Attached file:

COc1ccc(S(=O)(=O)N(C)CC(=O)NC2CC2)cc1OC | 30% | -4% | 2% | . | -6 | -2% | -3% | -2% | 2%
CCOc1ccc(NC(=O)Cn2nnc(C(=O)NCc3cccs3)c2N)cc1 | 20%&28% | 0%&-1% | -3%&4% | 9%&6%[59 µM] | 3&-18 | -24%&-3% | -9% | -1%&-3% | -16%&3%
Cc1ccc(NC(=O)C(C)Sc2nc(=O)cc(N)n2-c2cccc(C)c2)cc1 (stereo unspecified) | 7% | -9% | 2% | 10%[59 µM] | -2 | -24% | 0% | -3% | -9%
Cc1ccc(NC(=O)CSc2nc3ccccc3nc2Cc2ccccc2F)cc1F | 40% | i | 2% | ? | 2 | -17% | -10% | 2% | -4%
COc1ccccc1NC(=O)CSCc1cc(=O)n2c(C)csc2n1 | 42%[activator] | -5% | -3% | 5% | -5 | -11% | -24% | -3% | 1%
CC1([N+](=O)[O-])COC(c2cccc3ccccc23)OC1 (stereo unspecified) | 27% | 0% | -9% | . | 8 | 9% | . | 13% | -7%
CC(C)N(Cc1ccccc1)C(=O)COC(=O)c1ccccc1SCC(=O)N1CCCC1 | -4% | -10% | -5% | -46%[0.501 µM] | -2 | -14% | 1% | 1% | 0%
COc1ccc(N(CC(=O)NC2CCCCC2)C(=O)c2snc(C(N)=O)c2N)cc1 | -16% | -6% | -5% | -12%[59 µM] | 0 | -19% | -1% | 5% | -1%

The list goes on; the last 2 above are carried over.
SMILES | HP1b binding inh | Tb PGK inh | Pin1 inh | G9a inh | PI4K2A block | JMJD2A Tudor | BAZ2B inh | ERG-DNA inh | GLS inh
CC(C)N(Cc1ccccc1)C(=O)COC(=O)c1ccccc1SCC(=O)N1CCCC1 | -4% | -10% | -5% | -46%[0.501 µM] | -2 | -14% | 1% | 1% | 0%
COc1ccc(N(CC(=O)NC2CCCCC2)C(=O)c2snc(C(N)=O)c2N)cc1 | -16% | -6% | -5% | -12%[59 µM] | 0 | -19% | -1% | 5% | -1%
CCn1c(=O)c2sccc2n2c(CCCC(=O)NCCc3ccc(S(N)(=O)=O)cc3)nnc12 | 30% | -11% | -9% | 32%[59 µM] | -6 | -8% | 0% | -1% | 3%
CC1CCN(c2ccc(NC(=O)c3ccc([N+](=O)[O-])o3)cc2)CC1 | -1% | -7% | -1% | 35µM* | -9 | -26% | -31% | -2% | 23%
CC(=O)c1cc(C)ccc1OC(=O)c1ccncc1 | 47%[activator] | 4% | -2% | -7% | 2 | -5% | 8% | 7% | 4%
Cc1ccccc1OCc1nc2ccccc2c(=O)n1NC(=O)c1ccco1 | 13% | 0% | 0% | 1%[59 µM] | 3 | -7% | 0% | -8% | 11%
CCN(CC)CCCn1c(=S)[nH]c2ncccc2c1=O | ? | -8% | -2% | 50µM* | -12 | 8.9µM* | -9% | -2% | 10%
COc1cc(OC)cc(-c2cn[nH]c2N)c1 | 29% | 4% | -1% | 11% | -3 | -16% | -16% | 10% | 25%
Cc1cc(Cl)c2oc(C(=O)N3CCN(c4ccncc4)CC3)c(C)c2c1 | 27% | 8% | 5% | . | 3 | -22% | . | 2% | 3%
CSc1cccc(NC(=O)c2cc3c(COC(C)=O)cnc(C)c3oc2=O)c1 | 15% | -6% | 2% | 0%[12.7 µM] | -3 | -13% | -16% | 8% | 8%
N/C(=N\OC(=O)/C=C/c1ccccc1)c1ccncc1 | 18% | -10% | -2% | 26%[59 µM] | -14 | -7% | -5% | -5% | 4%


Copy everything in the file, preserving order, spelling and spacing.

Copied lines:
COc1ccc(S(=O)(=O)N(C)CC(=O)NC2CC2)cc1OC | 30% | -4% | 2% | . | -6 | -2% | -3% | -2% | 2%
CCOc1ccc(NC(=O)Cn2nnc(C(=O)NCc3cccs3)c2N)cc1 | 20%&28% | 0%&-1% | -3%&4% | 9%&6%[59 µM] | 3&-18 | -24%&-3% | -9% | -1%&-3% | -16%&3%
Cc1ccc(NC(=O)C(C)Sc2nc(=O)cc(N)n2-c2cccc(C)c2)cc1 (stereo unspecified) | 7% | -9% | 2% | 10%[59 µM] | -2 | -24% | 0% | -3% | -9%
Cc1ccc(NC(=O)CSc2nc3ccccc3nc2Cc2ccccc2F)cc1F | 40% | i | 2% | ? | 2 | -17% | -10% | 2% | -4%
COc1ccccc1NC(=O)CSCc1cc(=O)n2c(C)csc2n1 | 42%[activator] | -5% | -3% | 5% | -5 | -11% | -24% | -3% | 1%
CC1([N+](=O)[O-])COC(c2cccc3ccccc23)OC1 (stereo unspecified) | 27% | 0% | -9% | . | 8 | 9% | . | 13% | -7%
CC(C)N(Cc1ccccc1)C(=O)COC(=O)c1ccccc1SCC(=O)N1CCCC1 | -4% | -10% | -5% | -46%[0.501 µM] | -2 | -14% | 1% | 1% | 0%
COc1ccc(N(CC(=O)NC2CCCCC2)C(=O)c2snc(C(N)=O)c2N)cc1 | -16% | -6% | -5% | -12%[59 µM] | 0 | -19% | -1% | 5% | -1%

The list goes on; the last 2 above are carried over.
SMILES | HP1b binding inh | Tb PGK inh | Pin1 inh | G9a inh | PI4K2A block | JMJD2A Tudor | BAZ2B inh | ERG-DNA inh | GLS inh
CC(C)N(Cc1ccccc1)C(=O)COC(=O)c1ccccc1SCC(=O)N1CCCC1 | -4% | -10% | -5% | -46%[0.501 µM] | -2 | -14% | 1% | 1% | 0%
COc1ccc(N(CC(=O)NC2CCCCC2)C(=O)c2snc(C(N)=O)c2N)cc1 | -16% | -6% | -5% | -12%[59 µM] | 0 | -19% | -1% | 5% | -1%
CCn1c(=O)c2sccc2n2c(CCCC(=O)NCCc3ccc(S(N)(=O)=O)cc3)nnc12 | 30% | -11% | -9% | 32%[59 µM] | -6 | -8% | 0% | -1% | 3%
CC1CCN(c2ccc(NC(=O)c3ccc([N+](=O)[O-])o3)cc2)CC1 | -1% | -7% | -1% | 35µM* | -9 | -26% | -31% | -2% | 23%
CC(=O)c1cc(C)ccc1OC(=O)c1ccncc1 | 47%[activator] | 4% | -2% | -7% | 2 | -5% | 8% | 7% | 4%
Cc1ccccc1OCc1nc2ccccc2c(=O)n1NC(=O)c1ccco1 | 13% | 0% | 0% | 1%[59 µM] | 3 | -7% | 0% | -8% | 11%
CCN(CC)CCCn1c(=S)[nH]c2ncccc2c1=O | ? | -8% | -2% | 50µM* | -12 | 8.9µM* | -9% | -2% | 10%
COc1cc(OC)cc(-c2cn[nH]c2N)c1 | 29% | 4% | -1% | 11% | -3 | -16% | -16% | 10% | 25%
Cc1cc(Cl)c2oc(C(=O)N3CCN(c4ccncc4)CC3)c(C)c2c1 | 27% | 8% | 5% | . | 3 | -22% | . | 2% | 3%
CSc1cccc(NC(=O)c2cc3c(COC(C)=O)cnc(C)c3oc2=O)c1 | 15% | -6% | 2% | 0%[12.7 µM] | -3 | -13% | -16% | 8% | 8%
N/C(=N\OC(=O)/C=C/c1ccccc1)c1ccncc1 | 18% | -10% | -2% | 26%[59 µM] | -14 | -7% | -5% | -5% | 4%